Dardanelles, a strait in Turkey forming part of the waterway between the Aegean Sea (an arm of the Mediterranean Sea) and the Black Sea. On the north bank is the Gallipoli Peninsula of European Turkey, on the south is Asian Turkey. The Dardanelles follows a relatively narrow 40-mile (64-km) course between hills that rise abruptly from its banks. The strait is deep enough for the largest ships and varies in width from less than one mile (1.6 km) to more than 4 miles (6.4 km).

The Dardanelles is connected with the Black Sea through the Sea of Marmara and another strait, the Bosporus. For centuries, this waterway has been of great strategic and commercial value because it controls all sea traffic between the Black Sea and the Mediterranean Sea. The ancient Greeks called the strait Hellespont (“Helle's Sea,”in honor of a maiden who drowned in its waters). The name Dardanelles was taken from an ancient Greek city, Dardanus, on the Asiatic side of the strait.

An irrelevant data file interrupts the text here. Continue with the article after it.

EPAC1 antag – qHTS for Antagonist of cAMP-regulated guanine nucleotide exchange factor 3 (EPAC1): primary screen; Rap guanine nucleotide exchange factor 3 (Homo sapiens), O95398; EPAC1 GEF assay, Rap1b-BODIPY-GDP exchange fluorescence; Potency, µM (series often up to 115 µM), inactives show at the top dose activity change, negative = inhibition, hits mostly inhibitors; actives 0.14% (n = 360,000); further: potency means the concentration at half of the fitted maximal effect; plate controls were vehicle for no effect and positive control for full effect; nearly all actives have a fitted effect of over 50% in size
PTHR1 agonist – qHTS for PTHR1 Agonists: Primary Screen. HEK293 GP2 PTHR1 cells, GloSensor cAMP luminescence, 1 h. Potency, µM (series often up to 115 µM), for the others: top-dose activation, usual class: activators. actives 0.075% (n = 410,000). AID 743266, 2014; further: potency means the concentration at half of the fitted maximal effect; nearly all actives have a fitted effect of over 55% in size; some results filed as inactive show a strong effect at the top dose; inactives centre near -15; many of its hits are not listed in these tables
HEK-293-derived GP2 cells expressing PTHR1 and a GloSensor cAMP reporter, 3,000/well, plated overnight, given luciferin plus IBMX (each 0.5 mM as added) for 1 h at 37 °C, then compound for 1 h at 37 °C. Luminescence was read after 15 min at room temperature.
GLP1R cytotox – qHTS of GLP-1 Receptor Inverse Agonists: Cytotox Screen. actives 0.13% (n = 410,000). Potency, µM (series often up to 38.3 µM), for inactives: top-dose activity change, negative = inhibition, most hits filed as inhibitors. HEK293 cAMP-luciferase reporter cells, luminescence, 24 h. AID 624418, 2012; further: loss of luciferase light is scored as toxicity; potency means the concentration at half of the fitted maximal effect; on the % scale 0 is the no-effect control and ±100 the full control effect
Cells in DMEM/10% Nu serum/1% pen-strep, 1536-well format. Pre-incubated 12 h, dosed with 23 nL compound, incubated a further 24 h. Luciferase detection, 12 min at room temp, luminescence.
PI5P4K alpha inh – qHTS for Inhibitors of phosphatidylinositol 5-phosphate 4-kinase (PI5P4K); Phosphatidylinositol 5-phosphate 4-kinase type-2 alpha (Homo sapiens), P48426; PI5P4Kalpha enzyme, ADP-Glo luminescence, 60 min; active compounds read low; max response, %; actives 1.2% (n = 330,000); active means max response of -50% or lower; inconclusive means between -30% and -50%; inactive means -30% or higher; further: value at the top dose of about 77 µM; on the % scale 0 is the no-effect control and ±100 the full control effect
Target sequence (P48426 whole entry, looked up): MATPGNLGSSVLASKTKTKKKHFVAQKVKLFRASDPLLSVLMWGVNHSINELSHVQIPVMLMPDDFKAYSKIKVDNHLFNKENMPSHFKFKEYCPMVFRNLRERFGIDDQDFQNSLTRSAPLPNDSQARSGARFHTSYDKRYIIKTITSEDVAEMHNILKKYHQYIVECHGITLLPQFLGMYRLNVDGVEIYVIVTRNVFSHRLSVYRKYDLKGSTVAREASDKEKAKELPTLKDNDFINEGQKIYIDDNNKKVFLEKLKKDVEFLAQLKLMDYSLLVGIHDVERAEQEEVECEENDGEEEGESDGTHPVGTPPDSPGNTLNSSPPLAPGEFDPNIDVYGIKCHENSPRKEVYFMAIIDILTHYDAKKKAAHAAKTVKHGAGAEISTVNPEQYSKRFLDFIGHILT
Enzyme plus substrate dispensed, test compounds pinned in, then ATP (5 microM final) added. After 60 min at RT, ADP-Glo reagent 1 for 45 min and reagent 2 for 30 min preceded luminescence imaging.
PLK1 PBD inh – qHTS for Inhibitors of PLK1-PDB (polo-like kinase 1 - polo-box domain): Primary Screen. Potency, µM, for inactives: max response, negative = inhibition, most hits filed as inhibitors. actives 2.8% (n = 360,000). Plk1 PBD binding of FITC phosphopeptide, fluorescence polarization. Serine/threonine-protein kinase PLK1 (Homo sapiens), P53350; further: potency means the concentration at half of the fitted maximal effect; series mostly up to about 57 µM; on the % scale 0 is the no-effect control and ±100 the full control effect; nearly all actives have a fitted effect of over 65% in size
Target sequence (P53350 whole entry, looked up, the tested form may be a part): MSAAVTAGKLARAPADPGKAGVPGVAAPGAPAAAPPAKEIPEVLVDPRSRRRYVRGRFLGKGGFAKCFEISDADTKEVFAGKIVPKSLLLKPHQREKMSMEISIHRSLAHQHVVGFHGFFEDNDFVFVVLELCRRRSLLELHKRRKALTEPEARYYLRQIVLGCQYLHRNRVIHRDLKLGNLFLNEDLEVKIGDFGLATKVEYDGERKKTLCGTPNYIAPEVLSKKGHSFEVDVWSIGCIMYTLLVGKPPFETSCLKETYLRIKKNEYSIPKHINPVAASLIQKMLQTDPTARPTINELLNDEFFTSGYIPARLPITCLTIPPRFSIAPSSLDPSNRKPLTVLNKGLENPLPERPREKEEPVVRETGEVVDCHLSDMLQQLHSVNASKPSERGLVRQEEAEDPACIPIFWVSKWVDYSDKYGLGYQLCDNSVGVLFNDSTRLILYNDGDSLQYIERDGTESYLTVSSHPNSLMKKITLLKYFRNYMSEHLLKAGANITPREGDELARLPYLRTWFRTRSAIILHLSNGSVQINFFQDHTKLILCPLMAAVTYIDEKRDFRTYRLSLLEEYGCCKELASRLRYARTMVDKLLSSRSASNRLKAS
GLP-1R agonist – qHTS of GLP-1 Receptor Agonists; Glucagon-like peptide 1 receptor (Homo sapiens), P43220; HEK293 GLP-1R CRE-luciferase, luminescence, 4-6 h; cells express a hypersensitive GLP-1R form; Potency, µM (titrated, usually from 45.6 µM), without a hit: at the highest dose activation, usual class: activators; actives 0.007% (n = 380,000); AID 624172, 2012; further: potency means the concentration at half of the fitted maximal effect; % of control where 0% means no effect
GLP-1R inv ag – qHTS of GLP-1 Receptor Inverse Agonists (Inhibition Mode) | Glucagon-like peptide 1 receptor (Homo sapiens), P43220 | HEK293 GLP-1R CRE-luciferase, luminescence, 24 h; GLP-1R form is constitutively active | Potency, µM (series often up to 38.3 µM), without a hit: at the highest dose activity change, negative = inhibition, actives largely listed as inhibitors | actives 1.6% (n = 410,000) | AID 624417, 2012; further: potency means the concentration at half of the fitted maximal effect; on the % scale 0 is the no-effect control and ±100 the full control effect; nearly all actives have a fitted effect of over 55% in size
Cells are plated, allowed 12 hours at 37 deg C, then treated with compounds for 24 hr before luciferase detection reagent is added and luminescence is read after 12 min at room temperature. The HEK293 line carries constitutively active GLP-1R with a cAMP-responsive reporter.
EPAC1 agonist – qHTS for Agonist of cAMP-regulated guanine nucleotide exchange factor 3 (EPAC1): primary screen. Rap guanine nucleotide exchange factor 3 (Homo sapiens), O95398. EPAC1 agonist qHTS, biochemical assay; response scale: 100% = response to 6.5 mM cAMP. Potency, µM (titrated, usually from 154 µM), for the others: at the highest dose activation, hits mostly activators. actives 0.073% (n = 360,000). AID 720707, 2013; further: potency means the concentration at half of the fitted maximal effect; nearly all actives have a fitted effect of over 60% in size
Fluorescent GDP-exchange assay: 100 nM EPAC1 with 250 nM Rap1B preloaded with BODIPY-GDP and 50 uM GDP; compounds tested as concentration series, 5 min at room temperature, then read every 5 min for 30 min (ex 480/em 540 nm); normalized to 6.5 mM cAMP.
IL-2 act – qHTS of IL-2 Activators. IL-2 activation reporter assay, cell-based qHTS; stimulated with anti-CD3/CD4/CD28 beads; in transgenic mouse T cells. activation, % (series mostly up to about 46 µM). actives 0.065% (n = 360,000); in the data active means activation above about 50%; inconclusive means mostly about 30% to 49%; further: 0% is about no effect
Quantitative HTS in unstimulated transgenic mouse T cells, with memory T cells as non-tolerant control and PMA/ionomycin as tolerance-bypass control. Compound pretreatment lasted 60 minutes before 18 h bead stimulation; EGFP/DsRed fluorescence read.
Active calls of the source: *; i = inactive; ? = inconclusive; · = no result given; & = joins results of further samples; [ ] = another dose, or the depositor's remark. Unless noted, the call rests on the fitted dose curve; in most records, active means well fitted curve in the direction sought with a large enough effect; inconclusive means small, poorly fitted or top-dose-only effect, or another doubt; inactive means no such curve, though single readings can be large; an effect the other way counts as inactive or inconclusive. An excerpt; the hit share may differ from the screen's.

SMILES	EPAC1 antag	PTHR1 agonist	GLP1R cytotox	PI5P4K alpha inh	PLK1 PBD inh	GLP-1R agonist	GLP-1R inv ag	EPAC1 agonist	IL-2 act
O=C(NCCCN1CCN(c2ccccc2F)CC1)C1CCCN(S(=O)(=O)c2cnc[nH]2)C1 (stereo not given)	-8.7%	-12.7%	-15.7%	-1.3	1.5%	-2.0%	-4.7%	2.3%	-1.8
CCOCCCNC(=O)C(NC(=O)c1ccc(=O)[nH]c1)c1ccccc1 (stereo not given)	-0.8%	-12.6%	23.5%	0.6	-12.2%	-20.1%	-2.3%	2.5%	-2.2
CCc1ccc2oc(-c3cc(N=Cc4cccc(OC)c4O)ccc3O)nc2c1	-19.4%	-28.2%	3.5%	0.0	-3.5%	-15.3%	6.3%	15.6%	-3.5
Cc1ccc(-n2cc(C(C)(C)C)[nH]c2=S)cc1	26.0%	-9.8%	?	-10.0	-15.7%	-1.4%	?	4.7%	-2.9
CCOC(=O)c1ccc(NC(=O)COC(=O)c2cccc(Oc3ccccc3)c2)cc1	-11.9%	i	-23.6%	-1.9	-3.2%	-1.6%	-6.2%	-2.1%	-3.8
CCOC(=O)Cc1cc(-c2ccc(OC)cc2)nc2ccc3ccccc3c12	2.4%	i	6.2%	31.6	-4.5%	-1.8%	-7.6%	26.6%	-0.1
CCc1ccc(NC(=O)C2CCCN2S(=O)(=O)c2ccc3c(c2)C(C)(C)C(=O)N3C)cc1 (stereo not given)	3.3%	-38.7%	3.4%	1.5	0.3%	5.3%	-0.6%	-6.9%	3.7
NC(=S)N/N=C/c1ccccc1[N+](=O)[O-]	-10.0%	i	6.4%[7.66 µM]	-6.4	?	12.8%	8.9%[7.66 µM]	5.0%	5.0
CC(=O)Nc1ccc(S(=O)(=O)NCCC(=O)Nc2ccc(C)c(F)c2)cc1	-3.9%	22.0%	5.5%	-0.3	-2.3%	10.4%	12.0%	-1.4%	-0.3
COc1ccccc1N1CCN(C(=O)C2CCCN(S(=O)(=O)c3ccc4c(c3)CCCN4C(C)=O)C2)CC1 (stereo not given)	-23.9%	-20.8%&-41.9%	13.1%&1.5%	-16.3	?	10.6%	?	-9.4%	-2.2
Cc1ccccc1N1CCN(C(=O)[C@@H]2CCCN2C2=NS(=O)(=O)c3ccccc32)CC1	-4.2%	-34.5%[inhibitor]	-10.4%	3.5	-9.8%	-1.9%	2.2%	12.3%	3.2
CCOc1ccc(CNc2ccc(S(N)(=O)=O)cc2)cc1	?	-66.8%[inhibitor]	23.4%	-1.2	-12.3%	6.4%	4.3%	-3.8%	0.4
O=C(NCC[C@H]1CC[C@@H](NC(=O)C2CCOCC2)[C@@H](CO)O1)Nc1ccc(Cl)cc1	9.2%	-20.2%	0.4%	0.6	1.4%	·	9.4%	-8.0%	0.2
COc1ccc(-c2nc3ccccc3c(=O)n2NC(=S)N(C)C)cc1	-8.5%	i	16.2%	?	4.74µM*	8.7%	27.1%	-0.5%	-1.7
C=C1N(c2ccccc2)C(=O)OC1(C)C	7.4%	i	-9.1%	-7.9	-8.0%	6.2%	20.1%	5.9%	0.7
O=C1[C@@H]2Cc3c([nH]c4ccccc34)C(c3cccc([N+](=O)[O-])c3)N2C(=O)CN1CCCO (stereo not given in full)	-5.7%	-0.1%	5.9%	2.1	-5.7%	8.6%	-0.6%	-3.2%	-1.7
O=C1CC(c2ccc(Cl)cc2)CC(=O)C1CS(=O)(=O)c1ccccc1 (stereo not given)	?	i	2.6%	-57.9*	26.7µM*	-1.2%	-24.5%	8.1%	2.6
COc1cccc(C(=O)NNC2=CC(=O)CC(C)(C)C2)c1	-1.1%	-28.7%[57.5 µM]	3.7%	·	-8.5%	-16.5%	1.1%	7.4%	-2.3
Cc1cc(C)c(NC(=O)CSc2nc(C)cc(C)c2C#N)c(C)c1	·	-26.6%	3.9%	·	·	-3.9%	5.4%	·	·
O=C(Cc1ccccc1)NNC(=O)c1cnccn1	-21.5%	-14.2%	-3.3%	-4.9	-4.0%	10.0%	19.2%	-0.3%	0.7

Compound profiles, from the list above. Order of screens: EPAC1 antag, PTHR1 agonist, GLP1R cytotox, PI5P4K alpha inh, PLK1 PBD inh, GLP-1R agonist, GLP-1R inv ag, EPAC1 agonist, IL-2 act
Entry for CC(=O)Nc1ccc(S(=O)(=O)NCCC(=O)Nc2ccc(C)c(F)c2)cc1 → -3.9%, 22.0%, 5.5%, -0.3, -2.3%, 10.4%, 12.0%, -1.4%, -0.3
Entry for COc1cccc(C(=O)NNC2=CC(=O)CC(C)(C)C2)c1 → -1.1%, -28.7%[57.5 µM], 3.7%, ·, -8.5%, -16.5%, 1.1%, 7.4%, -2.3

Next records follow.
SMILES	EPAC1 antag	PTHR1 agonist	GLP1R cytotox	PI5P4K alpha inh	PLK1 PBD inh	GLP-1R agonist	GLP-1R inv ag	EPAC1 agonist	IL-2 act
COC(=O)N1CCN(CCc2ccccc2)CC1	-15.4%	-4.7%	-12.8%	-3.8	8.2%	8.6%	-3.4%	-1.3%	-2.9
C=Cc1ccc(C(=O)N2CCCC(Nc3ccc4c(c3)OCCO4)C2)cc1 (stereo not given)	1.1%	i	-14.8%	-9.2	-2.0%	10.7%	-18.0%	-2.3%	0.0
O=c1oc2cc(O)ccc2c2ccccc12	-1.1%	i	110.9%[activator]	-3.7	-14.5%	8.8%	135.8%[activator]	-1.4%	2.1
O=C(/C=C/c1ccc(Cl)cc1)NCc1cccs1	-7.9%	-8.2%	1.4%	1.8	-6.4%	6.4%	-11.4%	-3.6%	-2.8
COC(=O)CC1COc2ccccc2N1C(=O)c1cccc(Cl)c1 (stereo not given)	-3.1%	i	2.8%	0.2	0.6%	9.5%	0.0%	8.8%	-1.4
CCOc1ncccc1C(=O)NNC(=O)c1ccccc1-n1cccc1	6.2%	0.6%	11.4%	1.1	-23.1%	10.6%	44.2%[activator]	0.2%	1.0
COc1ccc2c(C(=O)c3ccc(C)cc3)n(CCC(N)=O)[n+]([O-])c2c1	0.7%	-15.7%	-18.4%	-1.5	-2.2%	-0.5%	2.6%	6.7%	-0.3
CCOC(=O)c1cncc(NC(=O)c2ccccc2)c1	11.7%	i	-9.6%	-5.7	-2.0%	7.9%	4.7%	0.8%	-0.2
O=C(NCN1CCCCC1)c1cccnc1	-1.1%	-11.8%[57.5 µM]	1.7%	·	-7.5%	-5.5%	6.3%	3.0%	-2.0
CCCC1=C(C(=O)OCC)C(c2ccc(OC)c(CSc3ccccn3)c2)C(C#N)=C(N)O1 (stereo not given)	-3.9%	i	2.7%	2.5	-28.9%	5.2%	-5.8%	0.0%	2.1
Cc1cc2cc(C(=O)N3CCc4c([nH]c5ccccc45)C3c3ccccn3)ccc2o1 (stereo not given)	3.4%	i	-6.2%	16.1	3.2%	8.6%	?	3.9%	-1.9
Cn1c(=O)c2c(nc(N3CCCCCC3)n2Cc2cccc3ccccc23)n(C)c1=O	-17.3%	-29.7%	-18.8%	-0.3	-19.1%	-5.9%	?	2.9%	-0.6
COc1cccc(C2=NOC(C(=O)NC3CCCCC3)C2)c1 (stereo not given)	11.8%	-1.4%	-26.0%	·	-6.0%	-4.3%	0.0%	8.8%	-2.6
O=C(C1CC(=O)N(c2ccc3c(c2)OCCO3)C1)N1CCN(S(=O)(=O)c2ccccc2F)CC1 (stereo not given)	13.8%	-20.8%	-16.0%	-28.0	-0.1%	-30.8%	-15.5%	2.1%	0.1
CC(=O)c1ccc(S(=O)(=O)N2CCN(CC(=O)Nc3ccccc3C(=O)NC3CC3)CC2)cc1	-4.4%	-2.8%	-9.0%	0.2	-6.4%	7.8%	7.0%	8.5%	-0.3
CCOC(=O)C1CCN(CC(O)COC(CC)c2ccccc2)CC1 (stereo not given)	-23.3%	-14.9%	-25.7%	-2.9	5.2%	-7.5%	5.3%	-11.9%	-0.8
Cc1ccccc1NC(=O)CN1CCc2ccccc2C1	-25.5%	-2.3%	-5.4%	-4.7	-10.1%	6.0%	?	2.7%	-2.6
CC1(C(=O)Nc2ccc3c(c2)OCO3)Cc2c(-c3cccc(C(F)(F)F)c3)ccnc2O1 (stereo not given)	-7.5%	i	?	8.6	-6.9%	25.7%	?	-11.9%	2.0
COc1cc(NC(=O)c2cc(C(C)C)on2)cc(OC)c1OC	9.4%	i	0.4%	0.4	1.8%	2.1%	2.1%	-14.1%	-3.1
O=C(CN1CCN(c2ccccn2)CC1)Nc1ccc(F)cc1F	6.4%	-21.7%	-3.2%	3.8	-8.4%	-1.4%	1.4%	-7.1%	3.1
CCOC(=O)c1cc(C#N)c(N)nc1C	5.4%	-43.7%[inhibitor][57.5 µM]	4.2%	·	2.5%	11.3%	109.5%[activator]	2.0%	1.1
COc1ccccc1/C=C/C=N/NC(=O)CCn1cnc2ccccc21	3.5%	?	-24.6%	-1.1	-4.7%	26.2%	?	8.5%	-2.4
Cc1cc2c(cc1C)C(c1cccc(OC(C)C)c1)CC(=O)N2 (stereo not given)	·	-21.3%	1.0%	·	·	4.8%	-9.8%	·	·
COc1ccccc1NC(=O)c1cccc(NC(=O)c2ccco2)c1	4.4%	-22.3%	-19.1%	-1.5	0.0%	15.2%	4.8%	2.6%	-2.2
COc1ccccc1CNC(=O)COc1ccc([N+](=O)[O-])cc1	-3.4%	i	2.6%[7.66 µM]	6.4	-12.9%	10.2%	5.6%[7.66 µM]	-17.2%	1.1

The Dardanelles was crossed by Xerxes in 480 B.C. when he invaded Thrace. At the end of the Persian Wars (479 B.C.), Athens held control of the Dardanelles. During the Peloponnesian War (431-404 B.C.), Sparta gained control. In 334 B.C. the strait was crossed by Alexander the Great during his campaign against Asia Minor. When Constantinople was the center of the Byzantine Empire, the Dardanelles gained importance as a strategic passageway to the city. With the fall of the Byzantine Empire (1453), the Turks took control of the strait.

During World War I, in the Gallipoli Campaign, the Allies attempted to seize control of the strait but failed. An agreement at the Lausanne Conference (1922-23) made the Dardanelles an unfortified international waterway, but at the Montreux Conference (1936) the strait was returned to Turkish control. During most of World War II, it was closed to the Allies because Turkey remained neutral until late in the war.